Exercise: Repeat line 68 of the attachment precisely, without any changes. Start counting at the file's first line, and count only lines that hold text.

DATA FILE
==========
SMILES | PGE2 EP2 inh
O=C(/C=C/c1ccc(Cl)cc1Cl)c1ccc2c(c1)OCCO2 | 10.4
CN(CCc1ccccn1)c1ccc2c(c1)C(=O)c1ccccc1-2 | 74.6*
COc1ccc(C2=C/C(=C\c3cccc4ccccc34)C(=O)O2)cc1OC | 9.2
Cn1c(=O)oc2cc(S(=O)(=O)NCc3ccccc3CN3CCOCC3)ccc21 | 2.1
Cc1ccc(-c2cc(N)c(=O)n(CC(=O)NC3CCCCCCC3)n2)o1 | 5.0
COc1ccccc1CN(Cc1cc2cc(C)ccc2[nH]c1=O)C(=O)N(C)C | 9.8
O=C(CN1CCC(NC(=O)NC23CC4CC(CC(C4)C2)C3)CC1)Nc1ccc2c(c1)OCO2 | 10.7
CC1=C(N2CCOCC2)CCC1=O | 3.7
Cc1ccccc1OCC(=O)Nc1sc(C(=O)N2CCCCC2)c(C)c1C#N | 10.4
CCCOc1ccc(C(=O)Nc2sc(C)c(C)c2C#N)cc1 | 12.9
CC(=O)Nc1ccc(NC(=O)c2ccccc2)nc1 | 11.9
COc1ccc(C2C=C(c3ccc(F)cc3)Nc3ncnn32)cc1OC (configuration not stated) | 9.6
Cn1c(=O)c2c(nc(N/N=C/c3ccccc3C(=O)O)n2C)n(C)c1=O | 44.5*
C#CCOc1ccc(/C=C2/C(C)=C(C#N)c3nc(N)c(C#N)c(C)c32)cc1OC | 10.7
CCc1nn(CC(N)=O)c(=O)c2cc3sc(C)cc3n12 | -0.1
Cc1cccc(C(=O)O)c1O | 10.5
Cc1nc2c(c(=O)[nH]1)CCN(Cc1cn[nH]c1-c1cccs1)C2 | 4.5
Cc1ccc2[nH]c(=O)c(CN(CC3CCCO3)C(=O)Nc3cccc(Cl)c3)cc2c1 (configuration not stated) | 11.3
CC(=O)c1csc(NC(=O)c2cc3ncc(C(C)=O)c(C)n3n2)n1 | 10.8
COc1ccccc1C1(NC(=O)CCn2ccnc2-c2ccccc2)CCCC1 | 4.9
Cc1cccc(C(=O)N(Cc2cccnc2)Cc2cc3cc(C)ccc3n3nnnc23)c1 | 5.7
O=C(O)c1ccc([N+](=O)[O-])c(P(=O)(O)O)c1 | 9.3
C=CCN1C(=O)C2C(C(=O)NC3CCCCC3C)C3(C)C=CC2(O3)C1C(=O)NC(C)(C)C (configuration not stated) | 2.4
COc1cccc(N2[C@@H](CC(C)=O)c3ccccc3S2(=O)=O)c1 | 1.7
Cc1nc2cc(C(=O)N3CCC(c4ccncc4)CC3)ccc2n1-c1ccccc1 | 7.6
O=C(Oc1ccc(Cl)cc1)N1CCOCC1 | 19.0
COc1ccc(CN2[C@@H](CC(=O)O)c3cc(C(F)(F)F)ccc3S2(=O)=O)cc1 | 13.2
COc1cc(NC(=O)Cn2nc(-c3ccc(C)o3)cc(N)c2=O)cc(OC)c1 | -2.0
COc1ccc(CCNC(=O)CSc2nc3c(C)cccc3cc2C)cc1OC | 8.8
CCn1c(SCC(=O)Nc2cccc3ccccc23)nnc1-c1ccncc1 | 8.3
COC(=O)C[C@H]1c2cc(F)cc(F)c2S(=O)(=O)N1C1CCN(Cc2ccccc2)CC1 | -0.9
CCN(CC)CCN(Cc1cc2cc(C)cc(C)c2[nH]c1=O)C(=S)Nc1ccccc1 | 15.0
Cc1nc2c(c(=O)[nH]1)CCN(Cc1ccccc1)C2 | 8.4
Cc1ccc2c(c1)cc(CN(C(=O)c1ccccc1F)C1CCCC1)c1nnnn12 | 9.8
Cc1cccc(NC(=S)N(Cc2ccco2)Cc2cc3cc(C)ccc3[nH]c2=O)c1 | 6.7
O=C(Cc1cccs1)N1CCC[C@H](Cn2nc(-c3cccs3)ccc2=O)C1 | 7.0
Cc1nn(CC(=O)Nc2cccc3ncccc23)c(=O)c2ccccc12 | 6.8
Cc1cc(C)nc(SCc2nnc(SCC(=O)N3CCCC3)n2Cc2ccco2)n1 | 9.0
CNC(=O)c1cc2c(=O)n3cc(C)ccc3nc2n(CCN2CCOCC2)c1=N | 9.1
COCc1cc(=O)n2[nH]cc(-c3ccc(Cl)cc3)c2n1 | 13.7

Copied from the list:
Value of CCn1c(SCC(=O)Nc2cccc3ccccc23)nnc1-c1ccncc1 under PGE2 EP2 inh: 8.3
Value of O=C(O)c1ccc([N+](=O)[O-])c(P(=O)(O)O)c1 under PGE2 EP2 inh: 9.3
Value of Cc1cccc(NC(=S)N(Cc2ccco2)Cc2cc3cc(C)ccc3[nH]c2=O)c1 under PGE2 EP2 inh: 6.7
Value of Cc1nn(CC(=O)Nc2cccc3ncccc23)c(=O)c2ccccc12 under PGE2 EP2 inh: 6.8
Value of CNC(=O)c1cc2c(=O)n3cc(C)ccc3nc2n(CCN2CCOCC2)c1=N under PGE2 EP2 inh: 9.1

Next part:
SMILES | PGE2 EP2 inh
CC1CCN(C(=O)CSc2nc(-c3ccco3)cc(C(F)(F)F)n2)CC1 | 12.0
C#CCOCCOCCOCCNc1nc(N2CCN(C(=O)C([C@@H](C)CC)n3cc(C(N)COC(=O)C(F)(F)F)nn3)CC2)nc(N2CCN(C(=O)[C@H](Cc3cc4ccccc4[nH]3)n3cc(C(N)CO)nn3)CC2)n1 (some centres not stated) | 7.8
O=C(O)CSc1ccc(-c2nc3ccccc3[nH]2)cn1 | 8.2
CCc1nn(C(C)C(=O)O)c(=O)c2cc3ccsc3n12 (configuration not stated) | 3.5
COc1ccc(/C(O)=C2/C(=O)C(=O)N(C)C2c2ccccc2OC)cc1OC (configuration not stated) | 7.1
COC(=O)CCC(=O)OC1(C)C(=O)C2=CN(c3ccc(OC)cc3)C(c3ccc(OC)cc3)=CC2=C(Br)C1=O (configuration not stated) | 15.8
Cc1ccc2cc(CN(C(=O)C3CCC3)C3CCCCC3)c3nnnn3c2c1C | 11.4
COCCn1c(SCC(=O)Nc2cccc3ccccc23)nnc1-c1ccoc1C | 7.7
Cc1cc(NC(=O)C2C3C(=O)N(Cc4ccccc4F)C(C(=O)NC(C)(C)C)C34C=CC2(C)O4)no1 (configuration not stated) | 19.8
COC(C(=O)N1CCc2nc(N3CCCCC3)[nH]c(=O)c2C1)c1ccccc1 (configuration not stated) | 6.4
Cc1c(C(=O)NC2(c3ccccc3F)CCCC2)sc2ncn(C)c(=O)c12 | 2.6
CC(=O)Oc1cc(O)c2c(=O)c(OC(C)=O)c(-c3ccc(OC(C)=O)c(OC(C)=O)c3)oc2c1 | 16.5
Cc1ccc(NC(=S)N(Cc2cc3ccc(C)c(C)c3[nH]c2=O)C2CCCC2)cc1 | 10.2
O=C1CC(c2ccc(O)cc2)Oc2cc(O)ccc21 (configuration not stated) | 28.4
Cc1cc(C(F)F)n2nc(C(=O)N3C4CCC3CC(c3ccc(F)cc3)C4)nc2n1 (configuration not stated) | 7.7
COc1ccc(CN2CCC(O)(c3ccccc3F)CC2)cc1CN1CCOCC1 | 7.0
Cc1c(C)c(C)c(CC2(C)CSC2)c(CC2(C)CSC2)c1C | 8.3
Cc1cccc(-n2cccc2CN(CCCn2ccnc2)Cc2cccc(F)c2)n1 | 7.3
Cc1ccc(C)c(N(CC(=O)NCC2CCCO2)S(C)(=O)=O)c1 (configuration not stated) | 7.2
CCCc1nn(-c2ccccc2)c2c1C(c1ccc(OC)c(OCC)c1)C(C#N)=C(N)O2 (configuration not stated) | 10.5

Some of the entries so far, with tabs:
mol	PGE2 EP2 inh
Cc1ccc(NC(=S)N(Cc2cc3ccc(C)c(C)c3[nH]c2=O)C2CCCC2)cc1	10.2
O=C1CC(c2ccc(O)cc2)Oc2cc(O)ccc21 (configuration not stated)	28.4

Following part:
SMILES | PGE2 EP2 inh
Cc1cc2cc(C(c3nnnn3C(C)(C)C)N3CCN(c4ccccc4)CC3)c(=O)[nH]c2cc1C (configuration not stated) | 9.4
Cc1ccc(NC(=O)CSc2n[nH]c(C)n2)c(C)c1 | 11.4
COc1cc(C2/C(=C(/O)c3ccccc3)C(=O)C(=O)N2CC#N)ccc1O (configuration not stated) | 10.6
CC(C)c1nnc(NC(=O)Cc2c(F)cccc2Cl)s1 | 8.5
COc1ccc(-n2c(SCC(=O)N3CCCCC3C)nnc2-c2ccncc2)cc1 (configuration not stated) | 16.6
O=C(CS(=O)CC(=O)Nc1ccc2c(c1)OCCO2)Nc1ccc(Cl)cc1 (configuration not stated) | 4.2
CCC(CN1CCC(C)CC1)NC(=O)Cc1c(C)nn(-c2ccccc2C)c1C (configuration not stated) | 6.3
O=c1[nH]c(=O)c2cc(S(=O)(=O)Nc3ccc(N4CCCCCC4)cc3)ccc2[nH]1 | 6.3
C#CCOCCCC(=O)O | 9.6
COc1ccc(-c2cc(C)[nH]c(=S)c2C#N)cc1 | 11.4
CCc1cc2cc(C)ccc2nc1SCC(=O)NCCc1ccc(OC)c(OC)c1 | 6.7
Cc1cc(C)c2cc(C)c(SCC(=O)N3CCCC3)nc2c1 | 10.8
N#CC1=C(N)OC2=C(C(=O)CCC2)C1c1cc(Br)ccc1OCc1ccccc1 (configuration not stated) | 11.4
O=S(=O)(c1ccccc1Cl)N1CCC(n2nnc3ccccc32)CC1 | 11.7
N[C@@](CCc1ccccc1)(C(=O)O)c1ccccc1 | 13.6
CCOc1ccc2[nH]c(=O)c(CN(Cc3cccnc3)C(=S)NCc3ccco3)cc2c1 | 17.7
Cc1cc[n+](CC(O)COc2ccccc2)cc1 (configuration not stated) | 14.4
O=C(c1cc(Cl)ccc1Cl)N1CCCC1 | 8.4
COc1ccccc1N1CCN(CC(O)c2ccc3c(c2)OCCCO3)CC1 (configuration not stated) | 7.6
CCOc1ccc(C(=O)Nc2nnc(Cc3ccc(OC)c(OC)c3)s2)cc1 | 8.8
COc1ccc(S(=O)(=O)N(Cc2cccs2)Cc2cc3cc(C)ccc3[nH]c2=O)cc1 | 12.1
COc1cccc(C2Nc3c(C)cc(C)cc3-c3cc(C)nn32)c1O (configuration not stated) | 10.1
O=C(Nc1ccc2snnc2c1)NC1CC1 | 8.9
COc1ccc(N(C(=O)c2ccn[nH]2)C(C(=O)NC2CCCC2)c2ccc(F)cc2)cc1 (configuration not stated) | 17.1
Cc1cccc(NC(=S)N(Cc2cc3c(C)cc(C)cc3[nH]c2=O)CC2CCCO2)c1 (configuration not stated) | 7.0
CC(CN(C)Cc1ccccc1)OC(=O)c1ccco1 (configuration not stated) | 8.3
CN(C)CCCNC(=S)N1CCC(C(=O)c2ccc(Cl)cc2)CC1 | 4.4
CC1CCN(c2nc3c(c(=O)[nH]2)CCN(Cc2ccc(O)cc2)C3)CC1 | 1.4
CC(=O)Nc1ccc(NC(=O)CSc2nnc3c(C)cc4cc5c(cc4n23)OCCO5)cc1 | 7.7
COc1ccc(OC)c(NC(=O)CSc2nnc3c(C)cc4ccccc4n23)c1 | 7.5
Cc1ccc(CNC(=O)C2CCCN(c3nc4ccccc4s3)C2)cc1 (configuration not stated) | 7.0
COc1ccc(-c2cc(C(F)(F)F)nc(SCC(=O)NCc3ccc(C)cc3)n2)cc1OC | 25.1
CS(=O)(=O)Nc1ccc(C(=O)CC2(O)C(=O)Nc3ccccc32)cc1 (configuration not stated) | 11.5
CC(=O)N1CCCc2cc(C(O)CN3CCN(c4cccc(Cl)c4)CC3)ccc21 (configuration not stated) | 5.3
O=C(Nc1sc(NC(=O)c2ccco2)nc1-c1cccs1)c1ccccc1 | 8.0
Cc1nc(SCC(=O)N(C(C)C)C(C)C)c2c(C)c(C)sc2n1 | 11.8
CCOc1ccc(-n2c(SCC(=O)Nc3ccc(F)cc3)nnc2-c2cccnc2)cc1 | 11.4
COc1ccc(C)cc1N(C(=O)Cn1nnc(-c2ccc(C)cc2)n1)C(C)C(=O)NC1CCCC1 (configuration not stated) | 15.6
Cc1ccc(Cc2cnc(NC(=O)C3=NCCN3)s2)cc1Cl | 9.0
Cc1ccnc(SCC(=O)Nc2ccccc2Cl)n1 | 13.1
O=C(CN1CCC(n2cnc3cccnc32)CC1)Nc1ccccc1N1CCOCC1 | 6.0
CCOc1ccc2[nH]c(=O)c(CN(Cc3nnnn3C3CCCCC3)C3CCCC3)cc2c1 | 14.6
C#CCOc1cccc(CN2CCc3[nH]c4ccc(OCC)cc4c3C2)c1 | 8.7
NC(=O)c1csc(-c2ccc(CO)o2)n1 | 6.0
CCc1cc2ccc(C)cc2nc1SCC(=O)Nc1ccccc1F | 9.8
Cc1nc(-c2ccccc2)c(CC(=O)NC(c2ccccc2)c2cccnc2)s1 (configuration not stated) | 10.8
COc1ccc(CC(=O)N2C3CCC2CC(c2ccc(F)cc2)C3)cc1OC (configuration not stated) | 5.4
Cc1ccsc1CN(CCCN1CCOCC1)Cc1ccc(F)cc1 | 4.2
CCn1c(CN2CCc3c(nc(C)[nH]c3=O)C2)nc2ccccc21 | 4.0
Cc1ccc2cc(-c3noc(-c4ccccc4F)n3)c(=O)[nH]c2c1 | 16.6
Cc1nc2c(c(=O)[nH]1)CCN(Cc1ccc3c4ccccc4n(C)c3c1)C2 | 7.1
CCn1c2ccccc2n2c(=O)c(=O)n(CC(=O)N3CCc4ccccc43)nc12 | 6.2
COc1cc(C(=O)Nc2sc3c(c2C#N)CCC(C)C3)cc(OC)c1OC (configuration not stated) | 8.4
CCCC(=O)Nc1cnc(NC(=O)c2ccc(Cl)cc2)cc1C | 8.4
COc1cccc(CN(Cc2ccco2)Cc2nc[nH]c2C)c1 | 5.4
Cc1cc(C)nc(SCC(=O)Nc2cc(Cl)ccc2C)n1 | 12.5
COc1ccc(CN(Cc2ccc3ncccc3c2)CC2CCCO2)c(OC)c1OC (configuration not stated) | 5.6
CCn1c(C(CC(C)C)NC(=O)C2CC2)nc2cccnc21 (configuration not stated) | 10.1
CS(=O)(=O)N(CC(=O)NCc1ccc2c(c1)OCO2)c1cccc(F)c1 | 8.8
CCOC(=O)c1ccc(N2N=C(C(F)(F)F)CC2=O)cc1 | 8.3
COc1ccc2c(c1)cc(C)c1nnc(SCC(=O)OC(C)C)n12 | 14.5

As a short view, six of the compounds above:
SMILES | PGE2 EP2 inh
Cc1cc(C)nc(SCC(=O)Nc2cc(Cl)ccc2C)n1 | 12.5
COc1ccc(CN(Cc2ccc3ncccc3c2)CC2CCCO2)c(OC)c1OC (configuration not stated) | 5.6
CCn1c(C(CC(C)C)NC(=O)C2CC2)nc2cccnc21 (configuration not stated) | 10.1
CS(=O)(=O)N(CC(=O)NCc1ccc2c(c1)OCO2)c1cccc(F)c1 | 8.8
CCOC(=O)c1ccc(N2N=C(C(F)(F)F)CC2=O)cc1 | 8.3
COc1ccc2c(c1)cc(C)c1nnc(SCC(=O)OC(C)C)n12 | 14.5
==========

Cc1ccc(C)c(N(CC(=O)NCC2CCCO2)S(C)(=O)=O)c1 (configuration not stated) | 7.2